Catherine Russell
UNICEF Executive Director

According to the report findings, the greatest share of children are exposed in the Middle East and North Africa and South Asia regions – meaning they live in places with limited water resources and high levels of seasonal and interannual variability, ground water table decline or drought risk.

Far too many children – 436 million - are facing the double burden of high or very high water scarcity and low or very low drinking water service levels – known as extreme water vulnerability – leaving their lives, health, and well-being at risk. It is one of the key drivers of deaths among children under 5 from preventable diseases.

The report shows that those most affected live in low- and middle-income countries in sub-Saharan Africa, Central and Southern Asia, and Eastern and South-Eastern Asia. In 2022, 436 million children were living in areas facing extreme water vulnerability. Some of the most impacted countries include Niger, Jordan, Burkina Faso, Yemen, Chad, and Namibia, where 8 out of 10 children are exposed.

In these circumstances, investment in safe drinking water and sanitation services are an essential first line of defense to protect children from the impacts of climate change. Climate change is also leading to increased water stress – the ratio of water demand to available renewable supplies – the report warns. By 2050, 35 million more children are projected to be exposed to high or very high levels of water stress, with the Middle East and North Africa, and South Asia currently facing the biggest shifts.

Despite their unique vulnerability, children have been either ignored or largely disregarded in discussions about climate change. For example, only 2.4 per cent of climate finance from key multilateral climate funds support projects that incorporate child-responsive activities.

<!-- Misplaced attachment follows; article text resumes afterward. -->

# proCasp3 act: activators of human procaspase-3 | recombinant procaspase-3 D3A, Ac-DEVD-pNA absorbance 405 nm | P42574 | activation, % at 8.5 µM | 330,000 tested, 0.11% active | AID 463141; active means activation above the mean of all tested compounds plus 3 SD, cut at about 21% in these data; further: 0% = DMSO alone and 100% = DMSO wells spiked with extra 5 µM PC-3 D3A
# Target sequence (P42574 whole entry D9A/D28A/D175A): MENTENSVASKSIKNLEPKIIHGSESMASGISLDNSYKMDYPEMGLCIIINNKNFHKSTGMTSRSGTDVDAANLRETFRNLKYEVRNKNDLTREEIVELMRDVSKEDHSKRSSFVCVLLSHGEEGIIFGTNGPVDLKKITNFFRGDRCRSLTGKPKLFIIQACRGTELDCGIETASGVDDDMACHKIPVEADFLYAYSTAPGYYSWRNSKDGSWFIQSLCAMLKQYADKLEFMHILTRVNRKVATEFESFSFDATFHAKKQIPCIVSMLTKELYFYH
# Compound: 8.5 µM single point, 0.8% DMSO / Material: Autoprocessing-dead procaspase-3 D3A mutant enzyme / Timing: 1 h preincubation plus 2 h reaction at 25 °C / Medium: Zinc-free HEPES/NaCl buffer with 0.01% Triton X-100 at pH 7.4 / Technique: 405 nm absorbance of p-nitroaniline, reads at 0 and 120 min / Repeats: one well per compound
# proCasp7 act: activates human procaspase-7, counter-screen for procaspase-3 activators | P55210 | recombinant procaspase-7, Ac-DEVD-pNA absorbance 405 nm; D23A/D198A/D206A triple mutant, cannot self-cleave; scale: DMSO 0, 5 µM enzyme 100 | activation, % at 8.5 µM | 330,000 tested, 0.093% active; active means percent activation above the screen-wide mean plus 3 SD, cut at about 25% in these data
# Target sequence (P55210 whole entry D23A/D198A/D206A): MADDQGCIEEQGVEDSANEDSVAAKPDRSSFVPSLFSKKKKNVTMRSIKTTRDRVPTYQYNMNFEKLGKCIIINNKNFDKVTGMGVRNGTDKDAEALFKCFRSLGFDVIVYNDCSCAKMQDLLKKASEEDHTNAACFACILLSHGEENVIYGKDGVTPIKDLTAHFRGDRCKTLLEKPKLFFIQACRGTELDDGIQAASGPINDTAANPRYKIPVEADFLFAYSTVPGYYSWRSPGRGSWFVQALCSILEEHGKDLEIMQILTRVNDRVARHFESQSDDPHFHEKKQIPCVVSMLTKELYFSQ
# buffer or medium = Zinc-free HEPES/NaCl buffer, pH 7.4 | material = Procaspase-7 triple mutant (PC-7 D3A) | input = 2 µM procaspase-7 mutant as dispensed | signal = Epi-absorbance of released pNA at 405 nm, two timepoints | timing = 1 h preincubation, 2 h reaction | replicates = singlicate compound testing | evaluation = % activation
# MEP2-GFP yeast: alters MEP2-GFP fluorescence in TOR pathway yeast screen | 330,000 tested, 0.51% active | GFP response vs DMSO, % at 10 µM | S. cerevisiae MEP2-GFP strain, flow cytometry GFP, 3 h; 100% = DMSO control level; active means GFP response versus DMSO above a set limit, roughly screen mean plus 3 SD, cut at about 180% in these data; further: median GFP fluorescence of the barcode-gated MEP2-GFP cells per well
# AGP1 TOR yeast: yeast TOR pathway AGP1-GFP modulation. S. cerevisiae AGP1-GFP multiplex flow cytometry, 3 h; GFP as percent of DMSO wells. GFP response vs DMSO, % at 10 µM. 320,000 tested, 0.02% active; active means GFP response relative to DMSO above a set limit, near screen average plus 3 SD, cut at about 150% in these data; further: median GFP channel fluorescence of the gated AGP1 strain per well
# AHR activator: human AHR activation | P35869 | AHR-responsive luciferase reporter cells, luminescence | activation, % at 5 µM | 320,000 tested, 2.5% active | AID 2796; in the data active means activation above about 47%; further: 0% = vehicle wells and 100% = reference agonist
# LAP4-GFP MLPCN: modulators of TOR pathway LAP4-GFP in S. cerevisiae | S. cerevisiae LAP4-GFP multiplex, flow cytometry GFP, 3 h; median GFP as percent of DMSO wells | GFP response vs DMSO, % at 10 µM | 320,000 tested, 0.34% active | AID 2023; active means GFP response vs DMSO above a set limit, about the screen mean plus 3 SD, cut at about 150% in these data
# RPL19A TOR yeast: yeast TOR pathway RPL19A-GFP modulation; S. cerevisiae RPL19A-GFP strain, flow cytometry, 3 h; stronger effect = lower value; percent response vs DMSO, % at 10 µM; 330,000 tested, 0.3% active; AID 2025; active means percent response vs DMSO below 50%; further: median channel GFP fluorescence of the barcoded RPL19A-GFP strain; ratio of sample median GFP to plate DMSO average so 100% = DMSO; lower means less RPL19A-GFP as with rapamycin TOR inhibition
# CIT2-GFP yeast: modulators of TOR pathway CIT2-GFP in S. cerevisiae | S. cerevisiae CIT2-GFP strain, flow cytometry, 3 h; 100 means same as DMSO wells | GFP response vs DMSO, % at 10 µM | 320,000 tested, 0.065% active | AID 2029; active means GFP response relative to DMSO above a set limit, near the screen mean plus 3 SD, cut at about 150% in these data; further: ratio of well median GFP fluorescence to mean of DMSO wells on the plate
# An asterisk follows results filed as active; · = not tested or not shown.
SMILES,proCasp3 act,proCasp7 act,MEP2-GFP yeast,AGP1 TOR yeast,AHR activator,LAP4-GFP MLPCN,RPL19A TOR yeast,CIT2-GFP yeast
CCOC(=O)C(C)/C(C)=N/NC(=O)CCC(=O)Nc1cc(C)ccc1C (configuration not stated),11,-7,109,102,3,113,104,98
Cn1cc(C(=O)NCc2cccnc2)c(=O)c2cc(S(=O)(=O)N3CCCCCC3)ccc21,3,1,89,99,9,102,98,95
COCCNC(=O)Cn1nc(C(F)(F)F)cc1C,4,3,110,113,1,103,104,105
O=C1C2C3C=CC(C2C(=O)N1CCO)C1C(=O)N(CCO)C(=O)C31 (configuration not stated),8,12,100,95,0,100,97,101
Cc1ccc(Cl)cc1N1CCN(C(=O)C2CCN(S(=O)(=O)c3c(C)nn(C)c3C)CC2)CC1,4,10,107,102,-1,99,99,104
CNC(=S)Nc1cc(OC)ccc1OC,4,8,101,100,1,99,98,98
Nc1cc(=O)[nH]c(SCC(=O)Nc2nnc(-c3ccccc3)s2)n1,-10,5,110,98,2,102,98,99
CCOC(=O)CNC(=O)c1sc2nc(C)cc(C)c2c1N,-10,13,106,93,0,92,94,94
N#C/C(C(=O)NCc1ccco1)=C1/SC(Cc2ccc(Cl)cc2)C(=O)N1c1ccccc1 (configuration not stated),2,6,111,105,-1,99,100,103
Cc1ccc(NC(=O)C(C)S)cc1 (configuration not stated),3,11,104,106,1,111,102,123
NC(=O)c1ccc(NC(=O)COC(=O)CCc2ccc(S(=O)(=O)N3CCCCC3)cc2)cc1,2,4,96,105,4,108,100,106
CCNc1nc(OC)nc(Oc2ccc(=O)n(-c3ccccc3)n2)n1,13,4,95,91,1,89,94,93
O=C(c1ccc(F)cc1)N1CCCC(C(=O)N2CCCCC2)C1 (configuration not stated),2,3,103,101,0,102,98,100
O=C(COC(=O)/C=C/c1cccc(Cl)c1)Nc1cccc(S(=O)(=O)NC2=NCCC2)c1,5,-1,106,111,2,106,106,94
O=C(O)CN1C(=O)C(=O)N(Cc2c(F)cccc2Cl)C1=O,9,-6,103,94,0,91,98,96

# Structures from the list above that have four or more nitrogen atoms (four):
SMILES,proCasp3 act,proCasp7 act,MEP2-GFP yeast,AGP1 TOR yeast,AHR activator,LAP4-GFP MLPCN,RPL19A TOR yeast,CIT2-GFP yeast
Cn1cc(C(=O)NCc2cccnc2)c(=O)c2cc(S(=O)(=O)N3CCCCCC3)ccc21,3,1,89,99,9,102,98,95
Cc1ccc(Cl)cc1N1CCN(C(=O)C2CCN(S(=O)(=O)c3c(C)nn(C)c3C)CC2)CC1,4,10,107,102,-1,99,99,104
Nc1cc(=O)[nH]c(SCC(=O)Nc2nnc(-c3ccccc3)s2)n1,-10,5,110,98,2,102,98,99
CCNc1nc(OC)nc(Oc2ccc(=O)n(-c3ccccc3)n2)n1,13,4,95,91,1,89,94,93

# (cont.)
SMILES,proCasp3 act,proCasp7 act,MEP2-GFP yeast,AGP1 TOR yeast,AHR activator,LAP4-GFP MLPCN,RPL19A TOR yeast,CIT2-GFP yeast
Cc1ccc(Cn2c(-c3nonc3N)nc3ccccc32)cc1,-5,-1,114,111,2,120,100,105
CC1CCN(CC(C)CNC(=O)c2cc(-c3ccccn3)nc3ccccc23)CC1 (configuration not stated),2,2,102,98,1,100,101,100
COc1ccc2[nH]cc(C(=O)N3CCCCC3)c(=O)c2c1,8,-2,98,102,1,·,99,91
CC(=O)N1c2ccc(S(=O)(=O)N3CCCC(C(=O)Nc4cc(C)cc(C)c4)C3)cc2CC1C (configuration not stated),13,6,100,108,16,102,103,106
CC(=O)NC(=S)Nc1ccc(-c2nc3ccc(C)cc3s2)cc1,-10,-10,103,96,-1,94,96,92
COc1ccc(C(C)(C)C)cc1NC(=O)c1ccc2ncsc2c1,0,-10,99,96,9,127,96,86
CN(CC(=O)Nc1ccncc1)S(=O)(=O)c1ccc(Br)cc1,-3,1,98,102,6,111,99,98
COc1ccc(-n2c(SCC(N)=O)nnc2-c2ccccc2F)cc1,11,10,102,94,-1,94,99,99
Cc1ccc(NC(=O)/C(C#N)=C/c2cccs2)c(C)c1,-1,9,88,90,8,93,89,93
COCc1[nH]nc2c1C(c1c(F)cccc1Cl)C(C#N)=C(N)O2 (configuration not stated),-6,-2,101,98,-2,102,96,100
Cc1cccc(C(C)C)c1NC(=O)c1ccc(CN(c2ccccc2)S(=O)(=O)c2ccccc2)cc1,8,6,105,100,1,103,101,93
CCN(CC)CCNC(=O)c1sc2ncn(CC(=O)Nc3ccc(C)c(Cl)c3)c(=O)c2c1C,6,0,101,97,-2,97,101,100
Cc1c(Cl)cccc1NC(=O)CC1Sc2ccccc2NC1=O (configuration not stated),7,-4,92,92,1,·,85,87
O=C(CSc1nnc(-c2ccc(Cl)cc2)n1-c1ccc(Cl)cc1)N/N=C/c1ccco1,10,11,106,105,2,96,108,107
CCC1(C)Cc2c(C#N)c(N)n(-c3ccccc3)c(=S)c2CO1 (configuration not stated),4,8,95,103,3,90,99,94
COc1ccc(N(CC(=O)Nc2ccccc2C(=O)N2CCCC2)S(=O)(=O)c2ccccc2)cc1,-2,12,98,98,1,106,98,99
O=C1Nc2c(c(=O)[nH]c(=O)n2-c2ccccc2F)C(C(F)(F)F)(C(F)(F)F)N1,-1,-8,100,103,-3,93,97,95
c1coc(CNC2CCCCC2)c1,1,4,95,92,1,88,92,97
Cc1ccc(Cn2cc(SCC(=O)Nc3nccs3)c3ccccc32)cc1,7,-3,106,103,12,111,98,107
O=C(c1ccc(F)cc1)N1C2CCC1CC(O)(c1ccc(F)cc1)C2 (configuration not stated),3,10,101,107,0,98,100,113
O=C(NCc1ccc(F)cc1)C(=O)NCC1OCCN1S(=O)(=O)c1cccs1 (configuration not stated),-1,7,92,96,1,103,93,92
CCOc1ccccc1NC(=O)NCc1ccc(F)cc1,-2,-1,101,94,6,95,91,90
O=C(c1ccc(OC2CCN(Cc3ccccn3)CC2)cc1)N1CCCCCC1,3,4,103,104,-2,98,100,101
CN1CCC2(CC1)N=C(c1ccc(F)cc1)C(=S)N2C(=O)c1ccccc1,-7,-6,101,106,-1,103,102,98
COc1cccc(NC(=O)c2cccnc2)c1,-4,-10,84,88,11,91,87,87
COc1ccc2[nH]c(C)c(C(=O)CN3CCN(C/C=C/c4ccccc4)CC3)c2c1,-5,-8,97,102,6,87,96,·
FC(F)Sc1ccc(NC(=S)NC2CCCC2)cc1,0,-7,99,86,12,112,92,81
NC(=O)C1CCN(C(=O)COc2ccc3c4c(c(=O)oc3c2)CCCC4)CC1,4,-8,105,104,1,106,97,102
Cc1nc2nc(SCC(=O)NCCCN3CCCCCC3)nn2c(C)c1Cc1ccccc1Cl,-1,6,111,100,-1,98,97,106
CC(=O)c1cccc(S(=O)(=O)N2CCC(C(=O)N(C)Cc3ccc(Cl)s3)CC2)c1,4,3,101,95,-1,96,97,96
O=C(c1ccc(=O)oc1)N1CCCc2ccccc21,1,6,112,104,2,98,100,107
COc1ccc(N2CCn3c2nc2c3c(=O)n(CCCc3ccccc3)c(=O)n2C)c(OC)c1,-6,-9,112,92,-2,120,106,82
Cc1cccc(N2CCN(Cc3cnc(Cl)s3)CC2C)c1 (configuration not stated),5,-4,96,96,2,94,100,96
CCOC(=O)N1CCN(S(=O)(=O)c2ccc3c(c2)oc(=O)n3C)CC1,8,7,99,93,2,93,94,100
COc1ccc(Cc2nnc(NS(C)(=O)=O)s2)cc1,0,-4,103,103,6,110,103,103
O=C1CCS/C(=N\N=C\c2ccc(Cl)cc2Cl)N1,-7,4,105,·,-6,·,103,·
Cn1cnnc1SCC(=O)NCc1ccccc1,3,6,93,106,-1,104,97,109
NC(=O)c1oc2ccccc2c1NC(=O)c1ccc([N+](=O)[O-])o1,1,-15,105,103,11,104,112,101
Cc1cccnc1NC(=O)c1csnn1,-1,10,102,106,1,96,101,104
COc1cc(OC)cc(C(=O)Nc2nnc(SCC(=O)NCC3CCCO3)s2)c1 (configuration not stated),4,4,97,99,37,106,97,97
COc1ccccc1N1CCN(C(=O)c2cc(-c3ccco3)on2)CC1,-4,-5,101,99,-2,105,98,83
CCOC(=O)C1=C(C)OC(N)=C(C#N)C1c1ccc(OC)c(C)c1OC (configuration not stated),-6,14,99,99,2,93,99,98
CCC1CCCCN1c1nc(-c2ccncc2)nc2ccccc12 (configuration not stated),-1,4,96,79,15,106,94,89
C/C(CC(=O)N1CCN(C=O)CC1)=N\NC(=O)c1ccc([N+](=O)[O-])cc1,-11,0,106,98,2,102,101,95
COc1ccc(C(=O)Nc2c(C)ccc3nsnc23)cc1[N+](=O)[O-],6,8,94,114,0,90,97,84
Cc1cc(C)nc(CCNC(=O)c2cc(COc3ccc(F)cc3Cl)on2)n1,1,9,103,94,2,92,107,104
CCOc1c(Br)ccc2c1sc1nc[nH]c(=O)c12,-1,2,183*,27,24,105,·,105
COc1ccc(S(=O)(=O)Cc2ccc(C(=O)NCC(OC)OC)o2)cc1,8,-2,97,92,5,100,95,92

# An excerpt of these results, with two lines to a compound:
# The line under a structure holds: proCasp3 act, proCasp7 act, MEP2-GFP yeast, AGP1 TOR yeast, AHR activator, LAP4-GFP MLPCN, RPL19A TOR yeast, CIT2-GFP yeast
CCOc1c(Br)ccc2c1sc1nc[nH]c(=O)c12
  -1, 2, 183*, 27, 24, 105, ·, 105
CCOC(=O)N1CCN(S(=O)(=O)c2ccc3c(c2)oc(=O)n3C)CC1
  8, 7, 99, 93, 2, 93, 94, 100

At COP28, UNICEF is calling on world leaders and the international community to take critical steps with and for children to secure a liveable planet, including:

  • Elevating children within the final COP28 Cover Decision and convene an expert dialogue on children and climate change.
  • Embedding children and intergeneration equity in the Global Stocktake (GST).
  • Including children and climate resilient essential services within the final decision on the Global Goal for Adaptation (GGA). 
  • Ensuring the Loss and Damage Fund and funding arrangements are child-responsive with child rights embedded in the fund's governance and decision-making process.

Beyond COP28, UNICEF is calling on parties to take action to protect the lives, health and well-being of children - including by adapting essential social services, empower every child to be a champion for the environment, and fulfil international sustainability and climate change agreements including rapidly reducing emissions.

“Children and young people have consistently made urgent calls for their voices to be heard on the climate crisis, but they have almost no formal role in climate policy and decision-making. They are rarely considered in existing climate adaptation, mitigation or finance plans and actions,” Russell said. “It is our collective responsibility to put every child at the centre of urgent global climate action.”